Narrowing (or Specialization) of Meaning
Sometimes, the process of transference may result in a considerable change in range of meaning. For instance, the verb to arrive (French borrowing) began its life in English in the narrow meaning "to come to shore, to land". In Modern English it has greatly widened its combinability and developed the general meaning "to come" (e. g. to arrive in a village, town, city, country, at a hotel, hostel, college, theatre, place, etc.). The meaning developed through transference based on contiguity (the concept of coming somewhere is the same for both meanings), but the range of the second meaning is much broader.
Another example of the broadening of meaning is pipe. Its earliest recorded meaning was "a musical wind instrument". Nowadays it can denote any hollow oblong cylindrical body (e. g. water pipes). This meaning developed through transference based on the similarity of shape (pipe as a musical instrument is also a hollow oblong cylindrical object) which finally led to a considerable broadening of the range of meaning.
The word bird changed its meaning from "the young of a bird" to its modern meaning through transference based on contiguity (the association is obvious). The second meaning is broader and more general.
It is interesting to trace the history of the word girl as an example of the changes in the range of meaning in the course of the semantic development of a word.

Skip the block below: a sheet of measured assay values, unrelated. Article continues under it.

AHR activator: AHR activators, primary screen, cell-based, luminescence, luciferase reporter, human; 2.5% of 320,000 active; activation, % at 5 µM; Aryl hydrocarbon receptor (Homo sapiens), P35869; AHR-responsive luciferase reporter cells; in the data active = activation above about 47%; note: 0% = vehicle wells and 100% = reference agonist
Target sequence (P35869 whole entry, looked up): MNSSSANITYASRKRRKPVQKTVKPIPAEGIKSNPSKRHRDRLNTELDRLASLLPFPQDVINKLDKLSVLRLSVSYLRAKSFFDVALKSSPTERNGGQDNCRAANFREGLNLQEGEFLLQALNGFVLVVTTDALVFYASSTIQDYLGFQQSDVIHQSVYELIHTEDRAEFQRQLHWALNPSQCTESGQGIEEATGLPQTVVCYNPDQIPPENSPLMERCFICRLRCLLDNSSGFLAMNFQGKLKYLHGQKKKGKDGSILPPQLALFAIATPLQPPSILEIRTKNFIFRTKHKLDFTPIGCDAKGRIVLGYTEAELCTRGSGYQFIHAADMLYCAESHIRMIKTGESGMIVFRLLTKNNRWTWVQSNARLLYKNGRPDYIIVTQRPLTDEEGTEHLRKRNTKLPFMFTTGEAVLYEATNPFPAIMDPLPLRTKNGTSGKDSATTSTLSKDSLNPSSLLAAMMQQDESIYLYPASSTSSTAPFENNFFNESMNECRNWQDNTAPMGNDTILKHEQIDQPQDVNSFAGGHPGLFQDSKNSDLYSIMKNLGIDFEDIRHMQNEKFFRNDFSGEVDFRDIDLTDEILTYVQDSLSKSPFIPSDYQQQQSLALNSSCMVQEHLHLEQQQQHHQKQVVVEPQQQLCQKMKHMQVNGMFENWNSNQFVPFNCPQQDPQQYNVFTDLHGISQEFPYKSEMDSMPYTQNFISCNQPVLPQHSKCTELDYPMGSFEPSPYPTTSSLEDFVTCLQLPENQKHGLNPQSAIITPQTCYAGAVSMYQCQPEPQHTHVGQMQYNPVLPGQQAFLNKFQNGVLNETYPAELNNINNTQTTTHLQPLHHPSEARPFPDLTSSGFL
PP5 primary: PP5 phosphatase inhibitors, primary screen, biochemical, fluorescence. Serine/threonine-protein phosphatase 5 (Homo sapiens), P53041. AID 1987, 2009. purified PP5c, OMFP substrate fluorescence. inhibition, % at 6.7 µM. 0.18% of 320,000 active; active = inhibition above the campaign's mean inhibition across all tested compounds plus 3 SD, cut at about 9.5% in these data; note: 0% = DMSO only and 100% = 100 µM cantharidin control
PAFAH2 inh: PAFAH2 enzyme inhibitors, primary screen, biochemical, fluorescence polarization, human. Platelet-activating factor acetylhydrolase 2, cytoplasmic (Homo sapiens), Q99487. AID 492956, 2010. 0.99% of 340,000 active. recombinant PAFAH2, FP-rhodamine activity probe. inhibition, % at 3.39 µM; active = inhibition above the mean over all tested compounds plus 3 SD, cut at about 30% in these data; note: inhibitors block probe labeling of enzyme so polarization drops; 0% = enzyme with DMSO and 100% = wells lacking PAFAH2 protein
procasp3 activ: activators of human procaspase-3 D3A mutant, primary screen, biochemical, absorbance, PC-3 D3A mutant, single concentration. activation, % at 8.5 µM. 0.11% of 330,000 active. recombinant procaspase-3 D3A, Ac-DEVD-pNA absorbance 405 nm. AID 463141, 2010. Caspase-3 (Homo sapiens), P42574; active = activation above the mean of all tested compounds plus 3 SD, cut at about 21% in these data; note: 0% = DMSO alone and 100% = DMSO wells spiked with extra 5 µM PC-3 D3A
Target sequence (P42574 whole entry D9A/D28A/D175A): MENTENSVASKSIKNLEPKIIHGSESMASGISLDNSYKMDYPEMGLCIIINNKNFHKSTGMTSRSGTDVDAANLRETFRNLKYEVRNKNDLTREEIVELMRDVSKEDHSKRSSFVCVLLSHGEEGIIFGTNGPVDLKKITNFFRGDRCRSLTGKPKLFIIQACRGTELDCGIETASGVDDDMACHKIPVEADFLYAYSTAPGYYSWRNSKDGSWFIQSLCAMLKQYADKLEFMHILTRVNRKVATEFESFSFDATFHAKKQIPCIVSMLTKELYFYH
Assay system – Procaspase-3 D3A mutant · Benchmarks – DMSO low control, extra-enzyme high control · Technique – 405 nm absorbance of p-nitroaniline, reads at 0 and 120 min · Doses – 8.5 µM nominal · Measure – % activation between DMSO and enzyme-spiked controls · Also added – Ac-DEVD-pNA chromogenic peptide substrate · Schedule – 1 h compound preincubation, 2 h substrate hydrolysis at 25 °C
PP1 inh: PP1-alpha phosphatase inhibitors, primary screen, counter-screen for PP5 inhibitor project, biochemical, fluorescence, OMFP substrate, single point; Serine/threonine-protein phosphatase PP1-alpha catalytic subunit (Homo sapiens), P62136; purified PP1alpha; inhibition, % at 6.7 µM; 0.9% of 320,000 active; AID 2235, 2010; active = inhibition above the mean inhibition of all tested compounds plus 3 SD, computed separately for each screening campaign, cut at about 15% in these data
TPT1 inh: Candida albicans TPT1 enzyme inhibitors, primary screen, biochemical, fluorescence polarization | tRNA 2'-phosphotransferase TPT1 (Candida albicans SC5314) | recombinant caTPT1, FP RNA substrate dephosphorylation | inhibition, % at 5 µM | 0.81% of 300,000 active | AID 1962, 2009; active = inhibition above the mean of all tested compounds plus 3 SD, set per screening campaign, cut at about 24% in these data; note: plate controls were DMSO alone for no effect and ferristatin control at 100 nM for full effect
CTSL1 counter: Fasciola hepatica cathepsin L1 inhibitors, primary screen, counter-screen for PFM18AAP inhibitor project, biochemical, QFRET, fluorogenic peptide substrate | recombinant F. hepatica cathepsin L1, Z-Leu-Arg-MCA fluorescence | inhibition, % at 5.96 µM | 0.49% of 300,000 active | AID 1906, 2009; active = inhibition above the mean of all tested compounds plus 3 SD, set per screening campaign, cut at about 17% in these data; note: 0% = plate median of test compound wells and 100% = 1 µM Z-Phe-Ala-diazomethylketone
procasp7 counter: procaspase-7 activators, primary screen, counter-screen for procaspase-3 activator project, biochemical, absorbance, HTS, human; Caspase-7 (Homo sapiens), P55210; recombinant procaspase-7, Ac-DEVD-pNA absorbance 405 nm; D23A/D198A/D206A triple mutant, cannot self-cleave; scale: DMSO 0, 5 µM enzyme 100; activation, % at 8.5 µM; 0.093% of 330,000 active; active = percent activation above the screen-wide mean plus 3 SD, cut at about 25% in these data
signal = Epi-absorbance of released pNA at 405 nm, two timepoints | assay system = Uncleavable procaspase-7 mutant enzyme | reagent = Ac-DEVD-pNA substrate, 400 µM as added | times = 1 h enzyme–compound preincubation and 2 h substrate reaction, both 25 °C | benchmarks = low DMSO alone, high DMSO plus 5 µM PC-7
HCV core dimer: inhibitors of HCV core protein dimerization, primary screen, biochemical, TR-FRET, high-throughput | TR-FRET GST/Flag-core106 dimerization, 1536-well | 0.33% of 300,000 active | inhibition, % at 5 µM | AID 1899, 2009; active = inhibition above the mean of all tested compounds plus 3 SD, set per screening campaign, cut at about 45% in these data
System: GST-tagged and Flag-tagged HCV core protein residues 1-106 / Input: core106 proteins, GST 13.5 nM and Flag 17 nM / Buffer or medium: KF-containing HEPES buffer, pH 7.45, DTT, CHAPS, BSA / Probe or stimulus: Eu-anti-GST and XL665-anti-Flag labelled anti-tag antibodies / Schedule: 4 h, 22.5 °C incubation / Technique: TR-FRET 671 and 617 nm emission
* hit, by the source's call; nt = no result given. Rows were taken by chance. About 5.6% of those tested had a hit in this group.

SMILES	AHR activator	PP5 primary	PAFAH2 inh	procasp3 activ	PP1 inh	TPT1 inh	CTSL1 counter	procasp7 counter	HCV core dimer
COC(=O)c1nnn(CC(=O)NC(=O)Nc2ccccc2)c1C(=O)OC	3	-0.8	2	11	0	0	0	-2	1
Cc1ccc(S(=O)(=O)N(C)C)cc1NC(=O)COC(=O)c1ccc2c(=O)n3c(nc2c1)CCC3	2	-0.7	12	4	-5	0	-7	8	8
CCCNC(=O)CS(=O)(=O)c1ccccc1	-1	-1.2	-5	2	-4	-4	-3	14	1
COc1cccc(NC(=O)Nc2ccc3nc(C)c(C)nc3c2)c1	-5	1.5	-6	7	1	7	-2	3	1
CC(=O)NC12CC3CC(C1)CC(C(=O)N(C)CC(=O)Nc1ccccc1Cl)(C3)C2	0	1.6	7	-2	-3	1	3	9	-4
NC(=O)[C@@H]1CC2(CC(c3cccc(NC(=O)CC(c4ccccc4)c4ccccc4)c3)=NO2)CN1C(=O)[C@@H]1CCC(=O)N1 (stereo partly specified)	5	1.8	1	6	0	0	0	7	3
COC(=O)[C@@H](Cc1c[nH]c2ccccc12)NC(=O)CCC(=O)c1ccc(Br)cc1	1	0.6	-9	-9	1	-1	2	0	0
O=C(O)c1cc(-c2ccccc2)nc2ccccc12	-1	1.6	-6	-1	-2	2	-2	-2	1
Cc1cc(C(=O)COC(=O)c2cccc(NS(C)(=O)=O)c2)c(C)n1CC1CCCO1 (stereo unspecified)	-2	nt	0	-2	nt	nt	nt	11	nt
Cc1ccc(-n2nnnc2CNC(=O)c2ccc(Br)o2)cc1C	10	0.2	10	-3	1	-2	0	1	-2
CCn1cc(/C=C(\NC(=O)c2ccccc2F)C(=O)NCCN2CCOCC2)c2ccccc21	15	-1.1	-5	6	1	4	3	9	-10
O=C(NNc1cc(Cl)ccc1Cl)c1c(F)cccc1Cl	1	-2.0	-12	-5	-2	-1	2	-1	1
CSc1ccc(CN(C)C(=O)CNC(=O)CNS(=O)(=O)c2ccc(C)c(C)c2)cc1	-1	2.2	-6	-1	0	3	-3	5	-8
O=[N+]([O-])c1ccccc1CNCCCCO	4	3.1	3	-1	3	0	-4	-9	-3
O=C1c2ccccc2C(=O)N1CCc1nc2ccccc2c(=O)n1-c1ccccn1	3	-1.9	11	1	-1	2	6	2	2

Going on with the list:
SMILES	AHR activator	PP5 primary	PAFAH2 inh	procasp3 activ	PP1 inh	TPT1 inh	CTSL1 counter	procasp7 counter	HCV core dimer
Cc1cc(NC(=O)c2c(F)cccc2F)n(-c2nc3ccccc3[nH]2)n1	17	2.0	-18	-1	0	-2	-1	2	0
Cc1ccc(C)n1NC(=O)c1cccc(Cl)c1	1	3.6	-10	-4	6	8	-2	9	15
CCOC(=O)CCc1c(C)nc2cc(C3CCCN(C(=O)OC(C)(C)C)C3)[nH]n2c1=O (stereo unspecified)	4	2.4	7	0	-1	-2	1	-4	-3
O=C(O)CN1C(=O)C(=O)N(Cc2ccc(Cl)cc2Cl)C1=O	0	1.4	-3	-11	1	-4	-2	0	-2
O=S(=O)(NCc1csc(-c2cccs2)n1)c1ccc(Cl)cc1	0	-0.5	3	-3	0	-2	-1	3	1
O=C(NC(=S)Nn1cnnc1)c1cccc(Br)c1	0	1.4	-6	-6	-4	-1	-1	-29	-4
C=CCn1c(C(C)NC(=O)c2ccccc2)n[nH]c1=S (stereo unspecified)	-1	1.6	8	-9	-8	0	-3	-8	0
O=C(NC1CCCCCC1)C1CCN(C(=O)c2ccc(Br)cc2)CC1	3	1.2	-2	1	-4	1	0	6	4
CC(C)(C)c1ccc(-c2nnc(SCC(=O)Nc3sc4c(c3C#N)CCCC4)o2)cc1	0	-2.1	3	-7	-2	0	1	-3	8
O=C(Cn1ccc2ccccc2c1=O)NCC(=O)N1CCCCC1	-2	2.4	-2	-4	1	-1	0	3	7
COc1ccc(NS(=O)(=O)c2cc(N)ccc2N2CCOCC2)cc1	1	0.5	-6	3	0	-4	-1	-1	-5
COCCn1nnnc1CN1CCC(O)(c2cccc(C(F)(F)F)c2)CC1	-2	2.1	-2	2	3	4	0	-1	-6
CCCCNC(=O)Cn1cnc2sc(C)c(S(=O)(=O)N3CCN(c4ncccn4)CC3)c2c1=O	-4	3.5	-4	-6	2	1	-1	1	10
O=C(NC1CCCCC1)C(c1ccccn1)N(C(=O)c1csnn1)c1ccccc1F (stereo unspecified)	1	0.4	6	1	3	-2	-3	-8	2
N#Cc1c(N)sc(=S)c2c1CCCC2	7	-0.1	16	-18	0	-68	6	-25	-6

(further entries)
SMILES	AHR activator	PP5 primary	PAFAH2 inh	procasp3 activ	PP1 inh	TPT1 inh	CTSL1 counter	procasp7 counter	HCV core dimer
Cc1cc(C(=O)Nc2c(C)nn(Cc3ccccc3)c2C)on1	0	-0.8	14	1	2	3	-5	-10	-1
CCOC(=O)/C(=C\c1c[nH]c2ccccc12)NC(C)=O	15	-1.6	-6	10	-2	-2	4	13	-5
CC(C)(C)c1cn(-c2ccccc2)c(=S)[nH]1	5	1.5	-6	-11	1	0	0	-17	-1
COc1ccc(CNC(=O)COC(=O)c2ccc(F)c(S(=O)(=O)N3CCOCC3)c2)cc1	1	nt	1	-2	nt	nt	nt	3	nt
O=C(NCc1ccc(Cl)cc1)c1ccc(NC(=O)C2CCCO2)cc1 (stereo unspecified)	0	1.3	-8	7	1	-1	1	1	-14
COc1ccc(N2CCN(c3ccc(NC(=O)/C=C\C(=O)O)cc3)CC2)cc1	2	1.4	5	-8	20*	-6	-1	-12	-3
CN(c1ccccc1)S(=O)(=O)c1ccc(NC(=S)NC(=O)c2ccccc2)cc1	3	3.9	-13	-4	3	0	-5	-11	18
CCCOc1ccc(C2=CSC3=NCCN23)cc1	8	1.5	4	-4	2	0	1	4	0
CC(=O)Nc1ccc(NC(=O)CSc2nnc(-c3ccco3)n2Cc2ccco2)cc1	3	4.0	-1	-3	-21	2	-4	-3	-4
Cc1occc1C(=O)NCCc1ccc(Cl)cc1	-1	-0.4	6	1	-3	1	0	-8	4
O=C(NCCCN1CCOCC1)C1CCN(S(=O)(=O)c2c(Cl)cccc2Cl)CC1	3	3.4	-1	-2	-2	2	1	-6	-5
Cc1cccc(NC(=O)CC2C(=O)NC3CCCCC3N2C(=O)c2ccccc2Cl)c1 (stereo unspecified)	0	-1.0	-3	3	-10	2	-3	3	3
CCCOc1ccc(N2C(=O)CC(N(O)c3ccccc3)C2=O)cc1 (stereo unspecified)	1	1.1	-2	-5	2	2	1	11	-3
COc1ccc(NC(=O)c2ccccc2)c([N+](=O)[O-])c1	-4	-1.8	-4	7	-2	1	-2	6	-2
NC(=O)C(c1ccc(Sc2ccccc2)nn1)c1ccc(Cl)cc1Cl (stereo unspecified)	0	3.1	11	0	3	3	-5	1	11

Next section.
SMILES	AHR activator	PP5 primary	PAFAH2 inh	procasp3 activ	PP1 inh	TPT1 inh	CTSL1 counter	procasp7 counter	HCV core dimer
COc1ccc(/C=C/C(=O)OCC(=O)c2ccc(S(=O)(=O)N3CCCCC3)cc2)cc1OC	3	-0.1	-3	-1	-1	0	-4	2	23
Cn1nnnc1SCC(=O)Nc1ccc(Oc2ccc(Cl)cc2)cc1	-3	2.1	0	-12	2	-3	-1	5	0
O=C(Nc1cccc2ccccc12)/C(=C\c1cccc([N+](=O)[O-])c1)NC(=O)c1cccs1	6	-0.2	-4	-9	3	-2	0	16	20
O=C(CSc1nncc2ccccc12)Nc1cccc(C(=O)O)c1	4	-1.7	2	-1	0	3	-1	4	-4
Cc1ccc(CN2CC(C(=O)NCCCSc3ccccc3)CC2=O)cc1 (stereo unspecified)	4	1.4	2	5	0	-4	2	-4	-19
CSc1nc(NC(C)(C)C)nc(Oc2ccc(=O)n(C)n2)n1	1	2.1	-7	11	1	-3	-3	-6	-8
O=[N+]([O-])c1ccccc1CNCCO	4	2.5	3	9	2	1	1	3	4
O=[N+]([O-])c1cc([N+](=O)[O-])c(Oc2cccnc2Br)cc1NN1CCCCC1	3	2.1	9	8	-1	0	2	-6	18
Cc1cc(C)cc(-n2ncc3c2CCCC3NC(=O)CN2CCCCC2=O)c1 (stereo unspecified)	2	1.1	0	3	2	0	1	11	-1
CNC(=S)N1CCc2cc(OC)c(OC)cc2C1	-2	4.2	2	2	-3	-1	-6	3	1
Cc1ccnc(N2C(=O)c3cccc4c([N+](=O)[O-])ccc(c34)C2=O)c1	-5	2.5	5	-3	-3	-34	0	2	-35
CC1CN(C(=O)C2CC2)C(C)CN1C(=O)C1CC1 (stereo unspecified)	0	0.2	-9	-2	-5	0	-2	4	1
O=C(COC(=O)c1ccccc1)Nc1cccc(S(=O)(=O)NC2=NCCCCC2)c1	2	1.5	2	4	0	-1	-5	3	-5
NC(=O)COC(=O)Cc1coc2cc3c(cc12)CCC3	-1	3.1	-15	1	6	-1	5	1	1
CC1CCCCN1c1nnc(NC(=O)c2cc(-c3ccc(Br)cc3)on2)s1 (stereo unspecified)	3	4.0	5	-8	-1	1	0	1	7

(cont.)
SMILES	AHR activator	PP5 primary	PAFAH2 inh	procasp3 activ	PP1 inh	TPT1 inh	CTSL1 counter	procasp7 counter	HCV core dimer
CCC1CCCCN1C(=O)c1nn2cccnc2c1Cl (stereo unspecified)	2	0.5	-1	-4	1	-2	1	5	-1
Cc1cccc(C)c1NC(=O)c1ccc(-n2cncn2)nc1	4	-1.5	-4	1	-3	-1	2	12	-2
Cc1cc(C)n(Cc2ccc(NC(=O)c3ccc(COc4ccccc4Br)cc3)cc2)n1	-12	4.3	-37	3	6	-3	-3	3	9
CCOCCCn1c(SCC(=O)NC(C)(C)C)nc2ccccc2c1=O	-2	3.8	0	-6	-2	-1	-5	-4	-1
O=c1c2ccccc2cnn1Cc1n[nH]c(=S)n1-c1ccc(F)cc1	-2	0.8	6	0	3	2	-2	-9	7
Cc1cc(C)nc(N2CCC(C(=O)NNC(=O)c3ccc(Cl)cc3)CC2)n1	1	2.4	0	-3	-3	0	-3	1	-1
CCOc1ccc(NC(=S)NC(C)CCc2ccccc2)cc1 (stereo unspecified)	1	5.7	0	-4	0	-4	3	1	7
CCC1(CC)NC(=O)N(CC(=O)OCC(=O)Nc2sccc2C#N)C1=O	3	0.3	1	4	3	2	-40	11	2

In Middle English it had the meaning of "a small child of either sex". Then the word underwent the process of transference based on contiguity and developed the meaning of "a small child of the female sex", so that the range of meaning was somewhat narrowed. In its further semantic development the word gradually broadened its range of meaning. At first it came to denote not only a female child but, also, a young unmarried woman, later, any young woman, and in modern colloquial English it is practically synonymous to the noun woman (e. g. The old girl must be at least seventy), so that its range of meaning is quite broad.
The history of the noun lady somewhat resembles that of girl. In Old English the word (hlxfdiZq)denoted the mistress of the house, i. e. any married woman. Later, a new meaning developed which was much narrower in range: "the wife or daughter of a baronet" (aristocratic title). In Modern English the word lady can be applied to any woman, so that its range of meaning is even broader than that of the O. E. hlxfdiZq. In Modern English the difference between girl and lady in the meaning of woman is that the first is used in colloquial style and sounds familiar whereas the second is more formal and polite. Here are some more examples of narrowing of meaning:
Deer: | any beast | > | a certain kind of beast |
Meat: | any food | > | a certain food product) |
Boy: | any young person of the male sex | > | servant of the male sex |
It should be pointed out once more that in all these words the second meaning developed through transference based on contiguity, and that when we speak of them as examples of narrowing of meaning we simply imply that the range of the second meaning is more narrow than that of the original meaning.